Thursday, December 20, 2007

CGE: Is There a Defense?

I’ve been asked to review an article using computable general equilibrium (CGE) methodology. I’m likely to decline, but before I do I want to ask the vast universe that follows this blog: is there any defense against the argument that CGE and its offspring (DSGE) are simply bad economics?

There are two arguments actually:

1. CGE is an attempt to implement empirically a model that has been blown away theoretically. For 30 years we have known in precise terms why representative agent GE models are hogwash. We also know that the conditions for unique solutions are impossibly restrictive. Finally, while we have models that can translate modern, post-utility understanding of economic behavior into functional form, to do this throughout an economy, in every nook and sector, would be a gargantuan, and probably pointless, project. To put it bluntly, CGE modelers take as their starting point refuted theory.

2. CGE is false empiricism. It claims to generate results based on real-world data, but testing is nil, and I mean nil. Is there any literature out there I have missed in which past models are examined retrospectively against actual economic outcomes? If not, where is the falsifiability?

I will wait to send my rejection email. Maybe one of you can convince me that it is worth a few hours of my time to promote “better” CGE work.


Sandwichman said...

- "is there any defense against the argument that CGE and its offspring (DSGE) are simply bad economics?"

- "CGE is an attempt to implement empirically a model that has been blown away theoretically."

But what if "economics" itself has been blown away?

Laurent GUERBY said...

FYI wikipedia does not present any "negative" view on CGE and DGSE.

YouNotSneaky! said...

The person to ask may be John Quiggin.

And I don't think I'd put CGE and DSGE in the same camp.

YouNotSneaky! said...

Also, if you're going to ask people to step up and defend something that around these parts is probably pretty unpopular, and as a result come in for a good bit of hatin' from your commentators, it would be nice if the relevant standard or grading scale was made explicit.

What alternatives to CGE are we comparing to?

The reason I ask for this is because I tend to be of the opinion that many of the problems (at least on the theoretical side) one runs in with GE, CGE and even DSGE are not particular to these approaches but rather are of the 'aggregation is a tricky business' variety. Which means they tend to be shared, in some form or guise, by the alternatives.

Econoclast said...

I'm no expert on CGE, but what I've seen indicates that it mostly involves "garbage in/garbage out." One makes assumptions and then cranks out the results. The assumptions are never tested. The CGE model simply imposes the "ideal market" political framework on the assumptions.

Jim D. said...


I would agree that the various beasts are not identical. DSGE models are more prone to aggregation problems, and the related problem of representative agent with rational expectations. This is a serious flaw.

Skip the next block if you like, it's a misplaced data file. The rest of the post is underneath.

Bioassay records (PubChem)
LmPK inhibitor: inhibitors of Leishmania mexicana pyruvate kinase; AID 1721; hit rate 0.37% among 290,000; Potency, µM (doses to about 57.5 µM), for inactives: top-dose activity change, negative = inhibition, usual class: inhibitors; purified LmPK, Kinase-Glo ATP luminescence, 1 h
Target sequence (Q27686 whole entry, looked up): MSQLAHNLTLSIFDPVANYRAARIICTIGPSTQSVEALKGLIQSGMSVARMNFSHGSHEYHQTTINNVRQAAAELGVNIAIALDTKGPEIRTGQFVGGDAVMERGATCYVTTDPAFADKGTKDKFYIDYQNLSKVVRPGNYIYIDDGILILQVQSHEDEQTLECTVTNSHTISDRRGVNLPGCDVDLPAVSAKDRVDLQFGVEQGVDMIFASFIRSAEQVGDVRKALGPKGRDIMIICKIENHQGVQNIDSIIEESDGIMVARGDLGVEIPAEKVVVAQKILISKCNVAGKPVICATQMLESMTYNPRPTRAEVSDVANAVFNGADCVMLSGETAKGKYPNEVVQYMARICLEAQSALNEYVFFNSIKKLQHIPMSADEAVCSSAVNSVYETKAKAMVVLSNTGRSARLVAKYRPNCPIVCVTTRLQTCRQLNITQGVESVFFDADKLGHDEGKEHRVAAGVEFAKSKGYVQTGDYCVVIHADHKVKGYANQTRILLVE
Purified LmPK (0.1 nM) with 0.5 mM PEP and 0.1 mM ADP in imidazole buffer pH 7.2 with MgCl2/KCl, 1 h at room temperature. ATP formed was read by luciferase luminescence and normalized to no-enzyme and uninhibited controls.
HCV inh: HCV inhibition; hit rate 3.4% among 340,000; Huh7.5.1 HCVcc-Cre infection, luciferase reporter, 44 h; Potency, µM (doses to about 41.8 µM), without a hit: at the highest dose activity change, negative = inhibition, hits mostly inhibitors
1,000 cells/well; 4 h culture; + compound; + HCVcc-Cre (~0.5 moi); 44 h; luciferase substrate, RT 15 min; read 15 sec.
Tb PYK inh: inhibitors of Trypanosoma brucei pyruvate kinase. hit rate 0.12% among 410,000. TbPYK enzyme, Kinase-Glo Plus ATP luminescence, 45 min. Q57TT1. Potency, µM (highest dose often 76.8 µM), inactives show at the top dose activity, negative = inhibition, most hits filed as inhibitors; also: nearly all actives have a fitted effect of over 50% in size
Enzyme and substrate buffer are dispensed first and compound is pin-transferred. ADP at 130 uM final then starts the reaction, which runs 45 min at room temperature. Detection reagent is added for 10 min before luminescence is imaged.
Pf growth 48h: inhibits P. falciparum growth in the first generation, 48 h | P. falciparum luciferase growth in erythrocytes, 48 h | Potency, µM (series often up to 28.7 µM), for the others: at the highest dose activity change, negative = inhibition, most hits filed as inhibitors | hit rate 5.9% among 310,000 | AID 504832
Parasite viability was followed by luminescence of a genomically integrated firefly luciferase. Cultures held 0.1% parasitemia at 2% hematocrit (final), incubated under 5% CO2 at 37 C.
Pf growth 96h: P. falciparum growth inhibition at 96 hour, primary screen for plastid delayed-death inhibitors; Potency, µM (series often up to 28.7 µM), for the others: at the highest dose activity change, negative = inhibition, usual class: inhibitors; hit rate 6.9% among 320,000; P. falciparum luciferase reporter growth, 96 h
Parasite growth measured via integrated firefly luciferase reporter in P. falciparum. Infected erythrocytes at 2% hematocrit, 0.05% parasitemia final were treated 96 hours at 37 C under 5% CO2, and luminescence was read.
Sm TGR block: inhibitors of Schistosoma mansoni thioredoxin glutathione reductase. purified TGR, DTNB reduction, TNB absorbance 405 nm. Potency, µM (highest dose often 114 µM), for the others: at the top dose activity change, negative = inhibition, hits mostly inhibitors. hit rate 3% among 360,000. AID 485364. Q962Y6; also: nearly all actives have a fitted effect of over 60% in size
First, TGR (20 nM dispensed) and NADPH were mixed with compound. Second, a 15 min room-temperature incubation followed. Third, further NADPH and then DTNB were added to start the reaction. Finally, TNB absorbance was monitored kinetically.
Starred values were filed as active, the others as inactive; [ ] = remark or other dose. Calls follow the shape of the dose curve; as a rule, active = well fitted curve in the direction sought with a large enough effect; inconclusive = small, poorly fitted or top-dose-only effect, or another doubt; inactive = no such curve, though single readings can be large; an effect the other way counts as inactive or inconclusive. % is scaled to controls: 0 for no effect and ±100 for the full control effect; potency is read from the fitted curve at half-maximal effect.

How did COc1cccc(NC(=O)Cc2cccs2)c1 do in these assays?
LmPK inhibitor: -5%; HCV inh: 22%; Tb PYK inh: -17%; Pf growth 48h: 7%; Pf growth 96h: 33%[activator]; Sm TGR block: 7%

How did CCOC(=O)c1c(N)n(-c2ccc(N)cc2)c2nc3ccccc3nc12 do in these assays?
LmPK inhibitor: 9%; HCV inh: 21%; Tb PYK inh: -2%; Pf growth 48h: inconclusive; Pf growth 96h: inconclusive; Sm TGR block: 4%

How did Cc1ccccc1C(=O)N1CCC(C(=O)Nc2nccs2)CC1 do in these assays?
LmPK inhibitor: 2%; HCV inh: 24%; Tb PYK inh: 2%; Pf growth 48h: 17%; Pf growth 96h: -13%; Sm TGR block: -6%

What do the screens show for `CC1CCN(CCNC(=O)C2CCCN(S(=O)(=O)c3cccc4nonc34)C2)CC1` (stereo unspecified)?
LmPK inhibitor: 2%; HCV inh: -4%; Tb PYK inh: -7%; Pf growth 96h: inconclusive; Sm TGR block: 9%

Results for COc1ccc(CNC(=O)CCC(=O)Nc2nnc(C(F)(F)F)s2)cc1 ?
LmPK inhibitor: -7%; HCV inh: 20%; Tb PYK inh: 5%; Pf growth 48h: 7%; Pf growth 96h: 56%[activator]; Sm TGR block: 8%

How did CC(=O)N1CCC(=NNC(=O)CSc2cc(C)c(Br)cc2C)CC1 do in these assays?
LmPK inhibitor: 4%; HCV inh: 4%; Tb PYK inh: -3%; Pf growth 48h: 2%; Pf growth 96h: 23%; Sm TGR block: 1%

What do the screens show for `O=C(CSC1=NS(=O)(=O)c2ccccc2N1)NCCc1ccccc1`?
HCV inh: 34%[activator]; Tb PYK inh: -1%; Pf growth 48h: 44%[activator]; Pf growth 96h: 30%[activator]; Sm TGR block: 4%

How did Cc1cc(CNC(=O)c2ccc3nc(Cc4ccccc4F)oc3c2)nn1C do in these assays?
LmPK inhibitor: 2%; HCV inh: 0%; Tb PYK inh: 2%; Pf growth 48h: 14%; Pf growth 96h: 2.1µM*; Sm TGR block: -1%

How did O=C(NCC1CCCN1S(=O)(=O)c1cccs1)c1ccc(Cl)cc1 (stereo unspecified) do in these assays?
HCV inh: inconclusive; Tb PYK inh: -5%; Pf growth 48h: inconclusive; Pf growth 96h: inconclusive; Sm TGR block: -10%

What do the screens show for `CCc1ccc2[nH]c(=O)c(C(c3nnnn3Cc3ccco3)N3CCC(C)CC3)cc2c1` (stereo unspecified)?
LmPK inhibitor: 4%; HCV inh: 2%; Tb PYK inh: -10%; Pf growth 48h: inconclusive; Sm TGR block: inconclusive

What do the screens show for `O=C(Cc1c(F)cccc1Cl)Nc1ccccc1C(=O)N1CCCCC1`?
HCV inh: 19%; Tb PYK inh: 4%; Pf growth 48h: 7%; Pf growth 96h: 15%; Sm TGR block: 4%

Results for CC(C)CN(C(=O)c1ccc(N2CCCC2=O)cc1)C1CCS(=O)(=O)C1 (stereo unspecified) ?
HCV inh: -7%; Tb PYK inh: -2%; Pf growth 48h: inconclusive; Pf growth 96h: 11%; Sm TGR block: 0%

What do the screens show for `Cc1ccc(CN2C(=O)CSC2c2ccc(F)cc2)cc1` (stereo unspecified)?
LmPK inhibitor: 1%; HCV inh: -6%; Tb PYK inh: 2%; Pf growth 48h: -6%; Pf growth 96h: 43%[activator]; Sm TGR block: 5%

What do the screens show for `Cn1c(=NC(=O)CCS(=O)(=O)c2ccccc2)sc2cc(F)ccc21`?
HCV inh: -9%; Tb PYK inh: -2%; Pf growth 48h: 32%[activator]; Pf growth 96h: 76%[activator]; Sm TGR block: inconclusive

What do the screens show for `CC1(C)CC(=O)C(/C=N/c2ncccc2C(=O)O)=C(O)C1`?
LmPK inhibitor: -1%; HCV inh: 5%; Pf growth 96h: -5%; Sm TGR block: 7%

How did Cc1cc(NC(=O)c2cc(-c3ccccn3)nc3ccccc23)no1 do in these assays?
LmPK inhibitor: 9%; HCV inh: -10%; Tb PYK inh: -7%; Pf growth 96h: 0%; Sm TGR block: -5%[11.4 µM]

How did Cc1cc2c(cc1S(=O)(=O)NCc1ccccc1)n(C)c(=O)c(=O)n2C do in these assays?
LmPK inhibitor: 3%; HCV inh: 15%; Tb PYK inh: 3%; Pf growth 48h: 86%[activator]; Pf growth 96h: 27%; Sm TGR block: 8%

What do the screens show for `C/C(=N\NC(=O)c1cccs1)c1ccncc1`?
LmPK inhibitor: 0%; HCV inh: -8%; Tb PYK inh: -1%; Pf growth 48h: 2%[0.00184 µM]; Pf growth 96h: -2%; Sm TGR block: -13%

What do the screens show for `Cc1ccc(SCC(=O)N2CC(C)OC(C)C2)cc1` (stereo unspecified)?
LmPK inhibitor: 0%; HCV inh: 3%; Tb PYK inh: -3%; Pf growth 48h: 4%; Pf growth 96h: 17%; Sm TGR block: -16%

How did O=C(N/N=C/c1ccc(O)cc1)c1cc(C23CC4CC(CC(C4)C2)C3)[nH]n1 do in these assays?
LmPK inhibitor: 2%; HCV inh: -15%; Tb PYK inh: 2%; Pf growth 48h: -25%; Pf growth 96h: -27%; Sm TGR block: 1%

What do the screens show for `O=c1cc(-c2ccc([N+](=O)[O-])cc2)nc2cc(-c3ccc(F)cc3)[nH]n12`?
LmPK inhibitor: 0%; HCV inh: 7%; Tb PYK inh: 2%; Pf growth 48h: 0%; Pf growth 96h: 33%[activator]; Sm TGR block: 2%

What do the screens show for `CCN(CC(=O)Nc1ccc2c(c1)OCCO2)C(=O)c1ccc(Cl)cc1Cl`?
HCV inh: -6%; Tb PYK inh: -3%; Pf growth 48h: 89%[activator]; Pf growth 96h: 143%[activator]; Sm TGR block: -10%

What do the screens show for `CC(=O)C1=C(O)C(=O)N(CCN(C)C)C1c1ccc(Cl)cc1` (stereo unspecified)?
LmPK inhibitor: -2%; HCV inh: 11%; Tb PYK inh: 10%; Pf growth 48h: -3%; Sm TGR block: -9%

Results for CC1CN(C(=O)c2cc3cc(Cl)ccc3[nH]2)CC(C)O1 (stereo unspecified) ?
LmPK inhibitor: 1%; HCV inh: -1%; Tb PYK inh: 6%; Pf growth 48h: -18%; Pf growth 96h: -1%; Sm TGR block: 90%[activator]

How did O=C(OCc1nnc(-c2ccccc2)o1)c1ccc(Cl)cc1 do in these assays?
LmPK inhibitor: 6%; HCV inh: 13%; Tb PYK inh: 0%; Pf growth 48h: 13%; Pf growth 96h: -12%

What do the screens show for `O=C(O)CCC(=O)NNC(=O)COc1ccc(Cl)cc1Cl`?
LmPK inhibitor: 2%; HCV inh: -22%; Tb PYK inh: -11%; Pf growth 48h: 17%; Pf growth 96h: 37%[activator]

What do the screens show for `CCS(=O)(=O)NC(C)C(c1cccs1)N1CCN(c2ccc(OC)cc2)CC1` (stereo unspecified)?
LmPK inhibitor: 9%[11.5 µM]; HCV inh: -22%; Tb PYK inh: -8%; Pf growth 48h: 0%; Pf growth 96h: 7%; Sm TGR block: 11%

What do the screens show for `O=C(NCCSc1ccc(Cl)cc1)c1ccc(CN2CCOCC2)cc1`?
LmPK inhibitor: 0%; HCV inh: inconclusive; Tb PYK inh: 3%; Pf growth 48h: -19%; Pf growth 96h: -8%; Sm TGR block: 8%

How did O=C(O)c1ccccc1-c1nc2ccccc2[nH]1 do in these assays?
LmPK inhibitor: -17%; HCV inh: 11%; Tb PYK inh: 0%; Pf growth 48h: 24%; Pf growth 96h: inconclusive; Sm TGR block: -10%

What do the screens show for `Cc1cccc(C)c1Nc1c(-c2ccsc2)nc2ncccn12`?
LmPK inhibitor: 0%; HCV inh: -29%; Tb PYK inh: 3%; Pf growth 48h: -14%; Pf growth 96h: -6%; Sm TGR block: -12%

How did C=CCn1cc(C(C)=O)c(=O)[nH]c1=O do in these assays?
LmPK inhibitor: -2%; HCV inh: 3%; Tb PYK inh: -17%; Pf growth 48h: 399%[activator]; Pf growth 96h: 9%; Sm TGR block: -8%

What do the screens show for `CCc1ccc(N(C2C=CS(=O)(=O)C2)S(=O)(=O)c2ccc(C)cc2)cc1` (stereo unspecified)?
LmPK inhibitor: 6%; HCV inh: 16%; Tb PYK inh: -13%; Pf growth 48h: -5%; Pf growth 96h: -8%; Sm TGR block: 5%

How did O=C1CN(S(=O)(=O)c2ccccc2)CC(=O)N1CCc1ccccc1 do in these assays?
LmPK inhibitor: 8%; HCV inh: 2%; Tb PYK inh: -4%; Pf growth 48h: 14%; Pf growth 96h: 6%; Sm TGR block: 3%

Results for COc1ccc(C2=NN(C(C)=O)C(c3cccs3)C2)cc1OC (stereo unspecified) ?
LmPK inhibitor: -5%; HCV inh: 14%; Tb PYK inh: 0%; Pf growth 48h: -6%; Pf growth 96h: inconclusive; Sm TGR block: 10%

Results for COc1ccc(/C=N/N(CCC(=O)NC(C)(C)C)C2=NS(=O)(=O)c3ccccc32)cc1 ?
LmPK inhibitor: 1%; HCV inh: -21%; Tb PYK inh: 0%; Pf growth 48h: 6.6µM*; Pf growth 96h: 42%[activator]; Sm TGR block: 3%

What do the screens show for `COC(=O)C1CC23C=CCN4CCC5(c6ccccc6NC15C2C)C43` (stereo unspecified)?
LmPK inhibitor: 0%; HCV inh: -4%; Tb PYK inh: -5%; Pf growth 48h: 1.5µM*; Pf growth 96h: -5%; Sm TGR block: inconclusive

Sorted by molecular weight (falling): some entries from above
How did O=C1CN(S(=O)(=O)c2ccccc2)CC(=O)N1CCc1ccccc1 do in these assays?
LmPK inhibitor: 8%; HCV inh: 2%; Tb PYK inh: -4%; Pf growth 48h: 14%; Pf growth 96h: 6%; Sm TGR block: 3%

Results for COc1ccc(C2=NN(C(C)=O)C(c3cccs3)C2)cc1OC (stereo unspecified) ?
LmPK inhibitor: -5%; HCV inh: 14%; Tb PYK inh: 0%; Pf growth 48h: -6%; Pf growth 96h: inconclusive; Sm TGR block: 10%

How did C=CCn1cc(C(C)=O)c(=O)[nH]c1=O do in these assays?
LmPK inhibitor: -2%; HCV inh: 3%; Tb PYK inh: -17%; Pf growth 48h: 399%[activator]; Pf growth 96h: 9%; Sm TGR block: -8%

Broader CGE problems that are not specifically DSGE relate to GE itself. Does it exist? What about increasing returns to scale and externalities? Might not various disequilibrium dynamics models perform better? Some have been around, although more at the macro level than the micro CGE level.

It is always wise to take any of these models with large grains of salt. Nevertheless, they can sometimes be useful as benchmarks from which to start an analysis, assuming one caveats carefully.

Econoclast is right that twiddling with the assumptions (changing the garbage in) can alter what comes out. So, if one really wants to use these babies, one should look at more than one, including both CGEs and DSGEs. They can be all over the map, for example with Menzie Chinn over at econbrowser showing a wide set of competing outcomes for DSGE models in terms of estimating effects of fiscal budget balance changes on current accounts. The CGE models predicting outcomes of NAFTA were generally off by noticeable margins, generally being too optimistic, although the scare story tellers also tended to overdo their tales as well.


Peter Dorman said...

I think by focusing on the first criticism, you might miss the larger point. It is true that other applied fields in economics rely on dubious theory, but they have the potential to mitigate this by empirical testing. (There are problems with the way economists typically undertake such testing, but that's a point for another day.) Over time, the theory bends to accommodate the facts. But if there is no empirical testing of CGE and similar models -- no attempt to discover how well their output corresponds to the real world, and what modeling aspects have contributed to better or worse correspondence -- then theoretical problems go unchecked.

Incidentally, is there any private sector demand for CGE forecasting? Are the only buyers institutions with weak performance incentives? said...


I do not know the answer to your question about who is buying CGE models. There are enough of them around that I would not be surprised if some simple ones were being used by some of the larger companies. DSGE models are strictly for central bankers and other outfits of that sort. said...

BTW, one other potential problem with these is that of multiple equilibria, although this is probably more of a problem for models of foreign exchange rates coming out of one of these than for your more garden variety CGEs.